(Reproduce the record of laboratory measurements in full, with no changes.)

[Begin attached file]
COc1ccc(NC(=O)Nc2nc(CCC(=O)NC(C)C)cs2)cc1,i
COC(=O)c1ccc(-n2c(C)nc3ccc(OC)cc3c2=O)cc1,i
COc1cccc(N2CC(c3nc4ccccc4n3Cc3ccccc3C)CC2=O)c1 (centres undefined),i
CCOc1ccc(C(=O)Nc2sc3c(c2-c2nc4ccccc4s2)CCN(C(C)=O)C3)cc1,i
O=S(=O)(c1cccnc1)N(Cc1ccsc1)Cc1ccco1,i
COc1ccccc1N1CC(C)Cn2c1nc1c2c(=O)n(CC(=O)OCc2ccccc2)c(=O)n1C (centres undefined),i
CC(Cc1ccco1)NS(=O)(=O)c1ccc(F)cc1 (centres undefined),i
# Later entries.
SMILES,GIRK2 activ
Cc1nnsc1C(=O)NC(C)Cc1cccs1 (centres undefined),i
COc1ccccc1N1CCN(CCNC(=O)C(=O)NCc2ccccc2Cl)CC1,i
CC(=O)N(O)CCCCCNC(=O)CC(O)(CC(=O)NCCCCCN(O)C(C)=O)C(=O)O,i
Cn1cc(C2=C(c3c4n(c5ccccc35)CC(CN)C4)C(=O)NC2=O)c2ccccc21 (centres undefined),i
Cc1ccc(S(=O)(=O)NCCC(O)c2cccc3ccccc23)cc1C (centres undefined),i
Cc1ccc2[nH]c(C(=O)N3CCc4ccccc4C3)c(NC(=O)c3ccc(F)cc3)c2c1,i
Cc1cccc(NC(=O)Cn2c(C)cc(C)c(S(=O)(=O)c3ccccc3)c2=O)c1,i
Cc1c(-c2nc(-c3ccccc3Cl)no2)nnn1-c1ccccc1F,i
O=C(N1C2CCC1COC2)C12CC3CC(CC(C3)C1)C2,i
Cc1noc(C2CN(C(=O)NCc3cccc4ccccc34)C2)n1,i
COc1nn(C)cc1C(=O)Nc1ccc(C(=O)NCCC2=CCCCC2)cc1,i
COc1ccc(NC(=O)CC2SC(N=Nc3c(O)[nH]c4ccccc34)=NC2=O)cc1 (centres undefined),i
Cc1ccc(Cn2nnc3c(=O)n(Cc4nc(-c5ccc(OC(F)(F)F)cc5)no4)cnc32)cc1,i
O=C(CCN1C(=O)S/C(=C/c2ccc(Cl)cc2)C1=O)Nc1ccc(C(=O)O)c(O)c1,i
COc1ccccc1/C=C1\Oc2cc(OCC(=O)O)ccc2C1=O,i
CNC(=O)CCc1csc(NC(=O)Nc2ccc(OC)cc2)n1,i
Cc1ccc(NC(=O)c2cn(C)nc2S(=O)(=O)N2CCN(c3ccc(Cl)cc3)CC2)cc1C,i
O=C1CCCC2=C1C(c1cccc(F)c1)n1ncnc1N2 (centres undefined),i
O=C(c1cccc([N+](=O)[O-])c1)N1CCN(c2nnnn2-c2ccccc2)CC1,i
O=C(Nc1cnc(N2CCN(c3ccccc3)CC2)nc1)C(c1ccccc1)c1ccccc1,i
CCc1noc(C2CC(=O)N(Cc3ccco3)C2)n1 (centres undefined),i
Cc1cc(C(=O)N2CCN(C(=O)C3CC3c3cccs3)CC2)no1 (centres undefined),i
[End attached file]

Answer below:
COc1ccc(NC(=O)Nc2nc(CCC(=O)NC(C)C)cs2)cc1,i
COC(=O)c1ccc(-n2c(C)nc3ccc(OC)cc3c2=O)cc1,i
COc1cccc(N2CC(c3nc4ccccc4n3Cc3ccccc3C)CC2=O)c1 (centres undefined),i
CCOc1ccc(C(=O)Nc2sc3c(c2-c2nc4ccccc4s2)CCN(C(C)=O)C3)cc1,i
O=S(=O)(c1cccnc1)N(Cc1ccsc1)Cc1ccco1,i
COc1ccccc1N1CC(C)Cn2c1nc1c2c(=O)n(CC(=O)OCc2ccccc2)c(=O)n1C (centres undefined),i
CC(Cc1ccco1)NS(=O)(=O)c1ccc(F)cc1 (centres undefined),i
# Later entries.
SMILES,GIRK2 activ
Cc1nnsc1C(=O)NC(C)Cc1cccs1 (centres undefined),i
COc1ccccc1N1CCN(CCNC(=O)C(=O)NCc2ccccc2Cl)CC1,i
CC(=O)N(O)CCCCCNC(=O)CC(O)(CC(=O)NCCCCCN(O)C(C)=O)C(=O)O,i
Cn1cc(C2=C(c3c4n(c5ccccc35)CC(CN)C4)C(=O)NC2=O)c2ccccc21 (centres undefined),i
Cc1ccc(S(=O)(=O)NCCC(O)c2cccc3ccccc23)cc1C (centres undefined),i
Cc1ccc2[nH]c(C(=O)N3CCc4ccccc4C3)c(NC(=O)c3ccc(F)cc3)c2c1,i
Cc1cccc(NC(=O)Cn2c(C)cc(C)c(S(=O)(=O)c3ccccc3)c2=O)c1,i
Cc1c(-c2nc(-c3ccccc3Cl)no2)nnn1-c1ccccc1F,i
O=C(N1C2CCC1COC2)C12CC3CC(CC(C3)C1)C2,i
Cc1noc(C2CN(C(=O)NCc3cccc4ccccc34)C2)n1,i
COc1nn(C)cc1C(=O)Nc1ccc(C(=O)NCCC2=CCCCC2)cc1,i
COc1ccc(NC(=O)CC2SC(N=Nc3c(O)[nH]c4ccccc34)=NC2=O)cc1 (centres undefined),i
Cc1ccc(Cn2nnc3c(=O)n(Cc4nc(-c5ccc(OC(F)(F)F)cc5)no4)cnc32)cc1,i
O=C(CCN1C(=O)S/C(=C/c2ccc(Cl)cc2)C1=O)Nc1ccc(C(=O)O)c(O)c1,i
COc1ccccc1/C=C1\Oc2cc(OCC(=O)O)ccc2C1=O,i
CNC(=O)CCc1csc(NC(=O)Nc2ccc(OC)cc2)n1,i
Cc1ccc(NC(=O)c2cn(C)nc2S(=O)(=O)N2CCN(c3ccc(Cl)cc3)CC2)cc1C,i
O=C1CCCC2=C1C(c1cccc(F)c1)n1ncnc1N2 (centres undefined),i
O=C(c1cccc([N+](=O)[O-])c1)N1CCN(c2nnnn2-c2ccccc2)CC1,i
O=C(Nc1cnc(N2CCN(c3ccccc3)CC2)nc1)C(c1ccccc1)c1ccccc1,i
CCc1noc(C2CC(=O)N(Cc3ccco3)C2)n1 (centres undefined),i
Cc1cc(C(=O)N2CCN(C(=O)C3CC3c3cccs3)CC2)no1 (centres undefined),i